The challenge for children begins when they leave an ORR shelter and move to a sponsor or foster care. They must inform the court that they have moved. They must file a motion for a change of venue if their new home is in a different jurisdiction.

A sponsor or foster parent can do this for them if they know it needs to be done and understand the process. Failing to appear in immigration court for a hearing can result in immediate deportation. Most children who have attorneys show up in court. Only 33% of those who do not have help from an immigration lawyer do so.

The Biden administration created the Counsel for Children Initiative to increase the availability of legal counsel for unaccompanied alien children. It provides government-funded legal services in immigration cases for some children in select cities.

Nonprofit groups, including the Immigrant Justice Corps and the Immigrant Children Advocates Relief Effort in New York, are also working to increase representation.

The 2022 Los Angeles Declaration

In June 2022, the U.S., Canada, and 18 Central American and South American nations signed the Los Angeles Declaration. They committed to working together better to manage the movement of migrant and refugee populations. This is the first time many Western nations have agreed to address a widespread immigration problem.

The following countries signed the Los Angeles Declaration:

  • Argentina
  • Barbados
  • Belize
  • Brazil
  • Canada
  • Chile
  • Colombia
  • Costa Rica
  • Ecuador
  • El Salvador
  • Guatemala
  • Haiti
  • Honduras
  • Jamaica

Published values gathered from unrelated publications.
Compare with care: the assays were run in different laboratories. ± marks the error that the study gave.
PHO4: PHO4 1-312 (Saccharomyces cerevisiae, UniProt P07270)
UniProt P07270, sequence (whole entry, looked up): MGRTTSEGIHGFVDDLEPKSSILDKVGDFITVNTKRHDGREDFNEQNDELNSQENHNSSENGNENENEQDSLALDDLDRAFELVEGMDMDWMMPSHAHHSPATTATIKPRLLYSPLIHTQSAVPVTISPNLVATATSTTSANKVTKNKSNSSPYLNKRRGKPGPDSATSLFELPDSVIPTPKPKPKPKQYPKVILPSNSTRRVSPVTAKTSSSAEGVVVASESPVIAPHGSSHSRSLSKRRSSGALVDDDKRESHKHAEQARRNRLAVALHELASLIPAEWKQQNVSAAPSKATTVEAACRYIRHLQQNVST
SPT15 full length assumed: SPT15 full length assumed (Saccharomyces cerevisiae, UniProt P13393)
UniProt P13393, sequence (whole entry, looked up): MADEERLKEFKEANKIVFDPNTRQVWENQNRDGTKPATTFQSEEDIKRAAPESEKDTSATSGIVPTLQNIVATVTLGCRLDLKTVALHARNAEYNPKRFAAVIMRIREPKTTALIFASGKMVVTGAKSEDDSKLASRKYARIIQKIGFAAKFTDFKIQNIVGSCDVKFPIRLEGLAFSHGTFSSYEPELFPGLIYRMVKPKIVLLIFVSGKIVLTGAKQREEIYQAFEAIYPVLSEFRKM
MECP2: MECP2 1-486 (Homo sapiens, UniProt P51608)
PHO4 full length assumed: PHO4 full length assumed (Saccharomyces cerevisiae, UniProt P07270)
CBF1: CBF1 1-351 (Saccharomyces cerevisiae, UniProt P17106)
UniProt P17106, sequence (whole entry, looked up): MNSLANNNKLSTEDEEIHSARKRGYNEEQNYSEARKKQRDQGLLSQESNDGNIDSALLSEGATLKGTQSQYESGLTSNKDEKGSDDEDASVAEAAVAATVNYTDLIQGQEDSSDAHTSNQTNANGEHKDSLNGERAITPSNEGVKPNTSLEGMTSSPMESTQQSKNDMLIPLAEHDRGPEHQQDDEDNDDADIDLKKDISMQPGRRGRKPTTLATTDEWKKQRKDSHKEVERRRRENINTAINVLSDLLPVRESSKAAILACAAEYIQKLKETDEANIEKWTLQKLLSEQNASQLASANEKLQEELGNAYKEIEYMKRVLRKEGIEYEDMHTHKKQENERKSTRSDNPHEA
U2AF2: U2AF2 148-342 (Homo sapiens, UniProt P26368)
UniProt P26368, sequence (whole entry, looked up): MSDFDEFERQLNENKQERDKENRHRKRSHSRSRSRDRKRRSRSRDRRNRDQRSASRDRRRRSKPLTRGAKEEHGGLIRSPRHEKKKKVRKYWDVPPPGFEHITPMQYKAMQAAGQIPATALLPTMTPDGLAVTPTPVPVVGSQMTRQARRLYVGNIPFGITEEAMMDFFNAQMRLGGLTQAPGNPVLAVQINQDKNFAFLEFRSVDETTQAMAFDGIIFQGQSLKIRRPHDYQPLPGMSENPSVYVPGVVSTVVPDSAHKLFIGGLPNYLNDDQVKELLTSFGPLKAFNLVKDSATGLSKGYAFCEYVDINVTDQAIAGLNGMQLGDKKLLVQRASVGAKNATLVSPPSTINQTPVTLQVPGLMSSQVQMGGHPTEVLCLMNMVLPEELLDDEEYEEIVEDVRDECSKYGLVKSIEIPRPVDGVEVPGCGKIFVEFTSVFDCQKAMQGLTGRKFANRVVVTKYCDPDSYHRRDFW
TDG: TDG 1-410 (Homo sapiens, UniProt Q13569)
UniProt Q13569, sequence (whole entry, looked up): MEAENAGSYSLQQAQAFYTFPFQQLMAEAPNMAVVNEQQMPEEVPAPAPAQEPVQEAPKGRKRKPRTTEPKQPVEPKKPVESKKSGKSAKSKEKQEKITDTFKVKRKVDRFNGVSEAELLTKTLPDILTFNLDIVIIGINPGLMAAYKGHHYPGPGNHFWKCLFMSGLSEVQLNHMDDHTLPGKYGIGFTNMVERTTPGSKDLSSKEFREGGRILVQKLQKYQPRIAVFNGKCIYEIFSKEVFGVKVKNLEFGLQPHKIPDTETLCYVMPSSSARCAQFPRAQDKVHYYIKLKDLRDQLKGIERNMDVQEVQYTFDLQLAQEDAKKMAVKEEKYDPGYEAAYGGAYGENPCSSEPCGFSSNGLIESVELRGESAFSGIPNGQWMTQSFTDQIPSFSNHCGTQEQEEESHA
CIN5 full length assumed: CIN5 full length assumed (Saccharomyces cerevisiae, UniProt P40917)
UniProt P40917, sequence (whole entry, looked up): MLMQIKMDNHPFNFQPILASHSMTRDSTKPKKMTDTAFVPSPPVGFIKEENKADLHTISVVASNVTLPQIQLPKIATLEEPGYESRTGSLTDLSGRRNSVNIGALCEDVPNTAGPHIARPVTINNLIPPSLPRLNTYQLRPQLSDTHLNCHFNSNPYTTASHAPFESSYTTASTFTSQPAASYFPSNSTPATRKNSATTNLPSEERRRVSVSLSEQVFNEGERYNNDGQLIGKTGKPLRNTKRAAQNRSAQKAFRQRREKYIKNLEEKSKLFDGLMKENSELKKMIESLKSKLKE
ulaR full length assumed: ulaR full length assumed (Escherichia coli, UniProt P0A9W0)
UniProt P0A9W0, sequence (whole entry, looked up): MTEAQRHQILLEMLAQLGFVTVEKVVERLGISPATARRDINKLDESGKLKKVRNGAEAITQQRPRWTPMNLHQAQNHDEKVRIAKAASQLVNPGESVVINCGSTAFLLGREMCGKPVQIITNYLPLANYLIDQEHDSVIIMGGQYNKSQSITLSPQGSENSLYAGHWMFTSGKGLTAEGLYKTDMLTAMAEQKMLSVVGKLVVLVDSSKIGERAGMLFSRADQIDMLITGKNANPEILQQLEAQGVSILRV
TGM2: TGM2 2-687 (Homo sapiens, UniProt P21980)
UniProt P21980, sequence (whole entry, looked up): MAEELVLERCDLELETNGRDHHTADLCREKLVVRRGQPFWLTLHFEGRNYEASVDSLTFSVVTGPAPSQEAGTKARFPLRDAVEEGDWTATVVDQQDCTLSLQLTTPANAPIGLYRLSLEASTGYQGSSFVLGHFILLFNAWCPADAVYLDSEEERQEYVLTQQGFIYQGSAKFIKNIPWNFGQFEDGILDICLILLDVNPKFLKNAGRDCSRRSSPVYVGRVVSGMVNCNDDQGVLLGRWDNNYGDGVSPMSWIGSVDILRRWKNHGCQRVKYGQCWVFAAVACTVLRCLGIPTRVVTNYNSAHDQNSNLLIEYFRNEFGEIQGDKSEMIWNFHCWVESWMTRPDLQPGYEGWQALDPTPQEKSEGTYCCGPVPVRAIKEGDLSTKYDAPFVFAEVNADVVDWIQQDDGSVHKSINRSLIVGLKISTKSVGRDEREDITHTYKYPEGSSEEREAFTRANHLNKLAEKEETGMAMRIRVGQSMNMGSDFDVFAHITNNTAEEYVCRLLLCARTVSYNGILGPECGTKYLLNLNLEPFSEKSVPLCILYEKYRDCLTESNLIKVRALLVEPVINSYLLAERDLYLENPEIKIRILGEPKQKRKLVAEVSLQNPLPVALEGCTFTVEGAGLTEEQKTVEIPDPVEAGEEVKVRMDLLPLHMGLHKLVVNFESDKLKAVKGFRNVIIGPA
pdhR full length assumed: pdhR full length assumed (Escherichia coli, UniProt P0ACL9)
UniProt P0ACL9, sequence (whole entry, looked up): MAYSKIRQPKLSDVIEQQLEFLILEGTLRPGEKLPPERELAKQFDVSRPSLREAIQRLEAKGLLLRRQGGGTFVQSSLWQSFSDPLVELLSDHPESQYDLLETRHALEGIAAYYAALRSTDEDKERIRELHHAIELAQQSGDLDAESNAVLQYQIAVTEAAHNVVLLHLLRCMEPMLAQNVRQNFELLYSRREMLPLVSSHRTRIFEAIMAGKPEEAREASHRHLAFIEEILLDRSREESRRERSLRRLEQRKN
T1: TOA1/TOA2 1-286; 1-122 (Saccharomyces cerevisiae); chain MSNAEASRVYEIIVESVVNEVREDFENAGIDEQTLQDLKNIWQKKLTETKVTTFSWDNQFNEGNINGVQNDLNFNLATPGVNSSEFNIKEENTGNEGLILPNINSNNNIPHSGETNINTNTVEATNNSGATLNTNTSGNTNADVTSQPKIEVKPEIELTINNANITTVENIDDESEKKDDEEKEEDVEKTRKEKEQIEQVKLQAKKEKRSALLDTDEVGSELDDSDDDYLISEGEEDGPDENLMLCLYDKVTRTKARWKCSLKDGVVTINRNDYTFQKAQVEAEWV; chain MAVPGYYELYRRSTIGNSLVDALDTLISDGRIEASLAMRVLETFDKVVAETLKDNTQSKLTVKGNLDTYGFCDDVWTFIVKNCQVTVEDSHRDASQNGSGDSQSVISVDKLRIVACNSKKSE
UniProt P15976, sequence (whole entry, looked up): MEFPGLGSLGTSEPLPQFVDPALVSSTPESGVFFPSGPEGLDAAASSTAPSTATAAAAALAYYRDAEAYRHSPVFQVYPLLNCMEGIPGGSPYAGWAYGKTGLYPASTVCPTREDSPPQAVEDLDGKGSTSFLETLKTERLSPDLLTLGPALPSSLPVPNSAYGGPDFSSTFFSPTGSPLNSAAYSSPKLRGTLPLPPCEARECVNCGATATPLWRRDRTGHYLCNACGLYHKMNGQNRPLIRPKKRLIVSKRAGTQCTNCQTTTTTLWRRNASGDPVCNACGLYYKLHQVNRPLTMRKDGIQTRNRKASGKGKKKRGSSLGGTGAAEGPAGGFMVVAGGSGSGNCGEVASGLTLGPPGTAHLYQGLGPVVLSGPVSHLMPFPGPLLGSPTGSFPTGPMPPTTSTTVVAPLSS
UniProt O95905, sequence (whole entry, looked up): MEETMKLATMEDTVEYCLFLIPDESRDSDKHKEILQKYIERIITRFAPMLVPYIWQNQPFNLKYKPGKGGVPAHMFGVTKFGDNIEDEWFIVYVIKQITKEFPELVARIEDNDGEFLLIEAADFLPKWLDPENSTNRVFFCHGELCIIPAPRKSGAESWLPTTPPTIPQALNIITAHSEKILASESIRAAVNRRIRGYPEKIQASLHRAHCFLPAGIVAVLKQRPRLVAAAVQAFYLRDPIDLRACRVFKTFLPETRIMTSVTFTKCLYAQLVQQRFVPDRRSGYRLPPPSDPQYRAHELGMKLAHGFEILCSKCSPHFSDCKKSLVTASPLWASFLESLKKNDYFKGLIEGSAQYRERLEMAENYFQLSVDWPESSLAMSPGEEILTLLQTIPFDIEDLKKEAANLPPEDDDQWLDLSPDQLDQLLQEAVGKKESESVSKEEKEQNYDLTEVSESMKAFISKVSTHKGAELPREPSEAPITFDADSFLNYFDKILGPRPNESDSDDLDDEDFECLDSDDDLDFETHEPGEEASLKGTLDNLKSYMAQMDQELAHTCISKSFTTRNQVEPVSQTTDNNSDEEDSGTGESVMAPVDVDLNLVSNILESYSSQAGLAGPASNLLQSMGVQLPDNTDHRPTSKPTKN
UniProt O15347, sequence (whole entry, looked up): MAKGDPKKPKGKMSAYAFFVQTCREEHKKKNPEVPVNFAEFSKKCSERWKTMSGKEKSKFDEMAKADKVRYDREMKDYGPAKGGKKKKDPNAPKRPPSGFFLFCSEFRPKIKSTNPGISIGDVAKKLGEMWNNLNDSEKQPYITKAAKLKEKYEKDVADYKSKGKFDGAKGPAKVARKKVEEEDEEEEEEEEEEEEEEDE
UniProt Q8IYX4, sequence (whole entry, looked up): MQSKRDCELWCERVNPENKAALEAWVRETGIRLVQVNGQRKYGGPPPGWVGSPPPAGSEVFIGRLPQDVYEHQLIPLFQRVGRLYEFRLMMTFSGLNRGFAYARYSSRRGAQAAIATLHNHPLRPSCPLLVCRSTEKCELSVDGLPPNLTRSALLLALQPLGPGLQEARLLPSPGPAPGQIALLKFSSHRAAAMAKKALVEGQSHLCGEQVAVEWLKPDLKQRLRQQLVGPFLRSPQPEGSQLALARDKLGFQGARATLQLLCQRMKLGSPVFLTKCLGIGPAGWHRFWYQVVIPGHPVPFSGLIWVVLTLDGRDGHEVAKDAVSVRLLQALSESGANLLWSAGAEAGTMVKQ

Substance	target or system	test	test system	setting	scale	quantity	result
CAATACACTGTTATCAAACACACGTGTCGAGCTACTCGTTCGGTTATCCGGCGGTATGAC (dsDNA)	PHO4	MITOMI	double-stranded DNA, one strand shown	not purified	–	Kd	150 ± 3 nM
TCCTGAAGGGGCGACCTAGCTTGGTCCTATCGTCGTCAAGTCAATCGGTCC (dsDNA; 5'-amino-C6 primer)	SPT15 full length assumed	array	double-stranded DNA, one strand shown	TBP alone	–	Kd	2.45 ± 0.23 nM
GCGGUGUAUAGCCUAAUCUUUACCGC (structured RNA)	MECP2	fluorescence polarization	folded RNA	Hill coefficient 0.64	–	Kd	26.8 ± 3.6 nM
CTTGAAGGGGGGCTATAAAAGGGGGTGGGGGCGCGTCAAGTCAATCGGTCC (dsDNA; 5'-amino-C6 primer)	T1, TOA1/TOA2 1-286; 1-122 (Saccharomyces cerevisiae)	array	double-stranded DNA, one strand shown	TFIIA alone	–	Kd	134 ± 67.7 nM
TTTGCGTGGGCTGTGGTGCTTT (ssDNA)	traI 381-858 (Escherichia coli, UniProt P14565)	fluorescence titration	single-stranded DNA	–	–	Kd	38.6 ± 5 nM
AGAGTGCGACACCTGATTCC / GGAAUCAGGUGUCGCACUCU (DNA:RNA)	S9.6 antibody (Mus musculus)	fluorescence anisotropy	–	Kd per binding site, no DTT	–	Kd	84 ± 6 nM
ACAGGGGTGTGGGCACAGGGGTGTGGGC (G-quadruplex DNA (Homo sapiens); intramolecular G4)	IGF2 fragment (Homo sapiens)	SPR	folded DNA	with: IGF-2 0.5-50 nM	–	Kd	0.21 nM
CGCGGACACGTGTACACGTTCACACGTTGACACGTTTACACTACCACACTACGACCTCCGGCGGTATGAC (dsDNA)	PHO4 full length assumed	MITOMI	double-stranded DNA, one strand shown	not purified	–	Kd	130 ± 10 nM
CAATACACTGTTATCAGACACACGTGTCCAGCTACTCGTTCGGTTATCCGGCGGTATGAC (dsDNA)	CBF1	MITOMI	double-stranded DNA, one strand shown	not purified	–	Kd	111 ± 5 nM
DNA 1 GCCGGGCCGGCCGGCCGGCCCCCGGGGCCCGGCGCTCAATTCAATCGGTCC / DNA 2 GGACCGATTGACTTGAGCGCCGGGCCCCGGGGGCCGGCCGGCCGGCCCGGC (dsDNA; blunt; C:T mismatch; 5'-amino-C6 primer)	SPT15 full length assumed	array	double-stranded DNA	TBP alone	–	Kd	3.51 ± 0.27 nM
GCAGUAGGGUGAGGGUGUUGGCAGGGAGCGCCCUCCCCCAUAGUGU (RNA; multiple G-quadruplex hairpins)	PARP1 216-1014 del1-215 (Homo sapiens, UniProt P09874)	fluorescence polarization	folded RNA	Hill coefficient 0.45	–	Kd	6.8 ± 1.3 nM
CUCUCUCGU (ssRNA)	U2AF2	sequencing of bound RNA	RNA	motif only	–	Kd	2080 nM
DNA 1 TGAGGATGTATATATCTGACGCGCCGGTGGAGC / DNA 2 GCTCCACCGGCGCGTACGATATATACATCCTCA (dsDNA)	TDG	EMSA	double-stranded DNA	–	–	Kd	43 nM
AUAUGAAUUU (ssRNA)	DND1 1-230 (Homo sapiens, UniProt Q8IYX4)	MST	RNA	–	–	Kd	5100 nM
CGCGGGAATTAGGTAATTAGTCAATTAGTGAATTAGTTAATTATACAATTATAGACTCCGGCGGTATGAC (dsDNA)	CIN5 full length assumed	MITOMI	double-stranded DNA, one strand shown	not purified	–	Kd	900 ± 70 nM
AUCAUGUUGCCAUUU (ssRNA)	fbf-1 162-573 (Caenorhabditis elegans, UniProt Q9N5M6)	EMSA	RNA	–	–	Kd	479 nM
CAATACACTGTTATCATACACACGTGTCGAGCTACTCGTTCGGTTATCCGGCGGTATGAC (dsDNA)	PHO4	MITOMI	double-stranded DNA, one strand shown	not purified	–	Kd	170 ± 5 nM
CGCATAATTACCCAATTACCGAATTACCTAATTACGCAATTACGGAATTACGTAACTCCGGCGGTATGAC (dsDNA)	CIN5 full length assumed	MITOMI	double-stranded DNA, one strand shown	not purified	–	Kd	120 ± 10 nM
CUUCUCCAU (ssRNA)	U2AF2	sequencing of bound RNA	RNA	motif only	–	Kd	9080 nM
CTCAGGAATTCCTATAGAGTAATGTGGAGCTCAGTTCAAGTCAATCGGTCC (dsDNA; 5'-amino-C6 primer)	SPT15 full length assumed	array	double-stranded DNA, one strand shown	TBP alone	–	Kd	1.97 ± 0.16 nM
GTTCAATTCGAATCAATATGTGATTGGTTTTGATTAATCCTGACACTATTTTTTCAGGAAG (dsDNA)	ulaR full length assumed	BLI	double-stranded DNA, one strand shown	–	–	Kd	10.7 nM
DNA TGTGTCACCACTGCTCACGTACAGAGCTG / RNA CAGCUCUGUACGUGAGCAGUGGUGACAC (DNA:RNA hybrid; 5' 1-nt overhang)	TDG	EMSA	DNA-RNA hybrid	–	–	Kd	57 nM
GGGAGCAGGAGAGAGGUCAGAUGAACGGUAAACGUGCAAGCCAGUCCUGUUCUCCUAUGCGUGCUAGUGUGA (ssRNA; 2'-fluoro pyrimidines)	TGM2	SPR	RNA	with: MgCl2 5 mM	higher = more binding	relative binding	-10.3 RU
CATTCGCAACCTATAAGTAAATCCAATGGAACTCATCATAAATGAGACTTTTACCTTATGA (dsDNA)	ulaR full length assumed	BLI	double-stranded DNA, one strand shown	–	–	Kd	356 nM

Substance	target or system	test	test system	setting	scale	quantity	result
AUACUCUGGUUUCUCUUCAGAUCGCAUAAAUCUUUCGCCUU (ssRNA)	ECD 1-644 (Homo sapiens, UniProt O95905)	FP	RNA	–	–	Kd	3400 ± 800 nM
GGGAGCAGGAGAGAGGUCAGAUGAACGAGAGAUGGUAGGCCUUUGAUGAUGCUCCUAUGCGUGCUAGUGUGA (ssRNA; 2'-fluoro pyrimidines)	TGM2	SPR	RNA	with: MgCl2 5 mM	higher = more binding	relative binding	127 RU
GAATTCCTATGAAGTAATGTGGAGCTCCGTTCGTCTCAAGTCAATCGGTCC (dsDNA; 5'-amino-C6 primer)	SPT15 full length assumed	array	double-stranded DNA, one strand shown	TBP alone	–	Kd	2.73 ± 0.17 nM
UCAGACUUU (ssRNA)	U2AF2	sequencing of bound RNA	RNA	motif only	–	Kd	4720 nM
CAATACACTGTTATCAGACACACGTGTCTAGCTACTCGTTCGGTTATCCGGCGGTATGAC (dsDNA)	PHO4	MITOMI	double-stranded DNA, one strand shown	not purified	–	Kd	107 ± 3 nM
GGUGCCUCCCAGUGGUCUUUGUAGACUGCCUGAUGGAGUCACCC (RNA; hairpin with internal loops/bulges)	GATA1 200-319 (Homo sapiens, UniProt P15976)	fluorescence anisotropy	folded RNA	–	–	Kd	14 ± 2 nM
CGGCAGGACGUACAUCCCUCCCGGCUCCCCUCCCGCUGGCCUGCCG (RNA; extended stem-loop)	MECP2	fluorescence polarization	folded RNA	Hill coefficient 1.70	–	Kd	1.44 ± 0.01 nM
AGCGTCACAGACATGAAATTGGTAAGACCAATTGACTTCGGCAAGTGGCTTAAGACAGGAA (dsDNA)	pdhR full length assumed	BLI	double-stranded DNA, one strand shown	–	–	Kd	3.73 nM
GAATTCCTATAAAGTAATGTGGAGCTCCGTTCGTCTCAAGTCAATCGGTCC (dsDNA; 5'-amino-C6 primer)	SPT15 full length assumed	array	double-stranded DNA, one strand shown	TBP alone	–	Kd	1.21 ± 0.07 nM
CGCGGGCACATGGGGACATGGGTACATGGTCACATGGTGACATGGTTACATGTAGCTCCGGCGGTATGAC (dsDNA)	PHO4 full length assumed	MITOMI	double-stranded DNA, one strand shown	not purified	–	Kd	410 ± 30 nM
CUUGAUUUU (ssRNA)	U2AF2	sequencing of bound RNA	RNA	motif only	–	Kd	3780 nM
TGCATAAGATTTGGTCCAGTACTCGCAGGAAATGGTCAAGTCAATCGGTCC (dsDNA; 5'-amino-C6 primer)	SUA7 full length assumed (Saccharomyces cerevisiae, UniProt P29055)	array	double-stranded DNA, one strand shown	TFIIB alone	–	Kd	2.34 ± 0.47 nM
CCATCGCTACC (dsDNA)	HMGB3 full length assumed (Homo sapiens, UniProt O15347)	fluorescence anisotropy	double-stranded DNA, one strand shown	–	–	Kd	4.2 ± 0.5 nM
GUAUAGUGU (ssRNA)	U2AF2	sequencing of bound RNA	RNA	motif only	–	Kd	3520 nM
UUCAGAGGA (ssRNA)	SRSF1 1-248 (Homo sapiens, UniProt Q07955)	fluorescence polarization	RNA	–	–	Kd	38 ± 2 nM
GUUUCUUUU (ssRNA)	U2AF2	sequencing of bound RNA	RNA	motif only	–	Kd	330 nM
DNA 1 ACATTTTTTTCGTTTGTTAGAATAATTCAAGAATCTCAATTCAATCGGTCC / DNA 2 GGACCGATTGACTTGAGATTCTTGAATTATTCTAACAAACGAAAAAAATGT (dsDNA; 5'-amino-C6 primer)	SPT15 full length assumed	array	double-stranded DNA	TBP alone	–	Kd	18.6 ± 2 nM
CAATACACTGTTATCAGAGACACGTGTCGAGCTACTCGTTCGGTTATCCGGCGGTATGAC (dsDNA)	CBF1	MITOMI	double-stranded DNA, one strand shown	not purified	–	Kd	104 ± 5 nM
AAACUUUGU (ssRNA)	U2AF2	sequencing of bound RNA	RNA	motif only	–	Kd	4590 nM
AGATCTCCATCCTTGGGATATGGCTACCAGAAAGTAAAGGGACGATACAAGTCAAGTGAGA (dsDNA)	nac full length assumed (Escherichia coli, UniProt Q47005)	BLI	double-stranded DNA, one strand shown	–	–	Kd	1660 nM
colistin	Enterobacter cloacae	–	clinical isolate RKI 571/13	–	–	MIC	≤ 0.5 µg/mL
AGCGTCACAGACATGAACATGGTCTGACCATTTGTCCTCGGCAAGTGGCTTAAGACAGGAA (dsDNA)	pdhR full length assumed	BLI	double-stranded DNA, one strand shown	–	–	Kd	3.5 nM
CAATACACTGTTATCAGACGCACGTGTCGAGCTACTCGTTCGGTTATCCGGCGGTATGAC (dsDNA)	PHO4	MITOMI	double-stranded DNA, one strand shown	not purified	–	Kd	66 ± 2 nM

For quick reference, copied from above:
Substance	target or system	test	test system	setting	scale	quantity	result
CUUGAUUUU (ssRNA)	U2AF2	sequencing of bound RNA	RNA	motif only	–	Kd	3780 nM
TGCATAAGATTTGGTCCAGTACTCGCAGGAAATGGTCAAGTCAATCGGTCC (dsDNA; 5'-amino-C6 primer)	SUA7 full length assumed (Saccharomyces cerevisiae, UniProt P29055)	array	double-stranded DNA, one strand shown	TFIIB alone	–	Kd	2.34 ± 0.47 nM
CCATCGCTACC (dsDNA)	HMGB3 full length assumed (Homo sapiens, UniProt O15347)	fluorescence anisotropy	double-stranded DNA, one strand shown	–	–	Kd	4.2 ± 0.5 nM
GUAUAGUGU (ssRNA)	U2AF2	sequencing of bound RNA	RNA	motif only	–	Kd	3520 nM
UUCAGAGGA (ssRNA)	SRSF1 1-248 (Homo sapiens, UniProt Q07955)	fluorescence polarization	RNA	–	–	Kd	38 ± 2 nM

• Mexico
  • Panama
  • Paraguay
  • Peru
  • United States
  • Uruguay

The Los Angeles Declaration attempts to solve the root causes of migration and combat human trafficking.

It is, essentially, trying to reduce the number of unaccompanied minors seeking asylum.

Talk to an Immigration Attorney

The complexities of immigration law on Unaccompanied Children can be overwhelming. But you do not have to face these cases alone. There are immigration law attorneys that can assist you in handling your case.

FindLaw offers a list of experienced immigration lawyers near you. These lawyers can help you understand immigration law and tailor legal advice depending on your case. They can also assist unaccompanied children in finding the options available to them.

Was this helpful?

You Don’t Have To Solve This on Your Own – Get a Lawyer’s Help

Meeting with a lawyer can help you understand your options and how to best protect your rights. Visit our attorney directory to find a lawyer near you who can help.

Or contact an attorney near you:

Next Steps

Contact a qualified immigration attorney to help you get the best results possible.

Begin typing to search, use arrow keys to navigate, use enter to select
Copied to clipboard

Find a Lawyer

More Options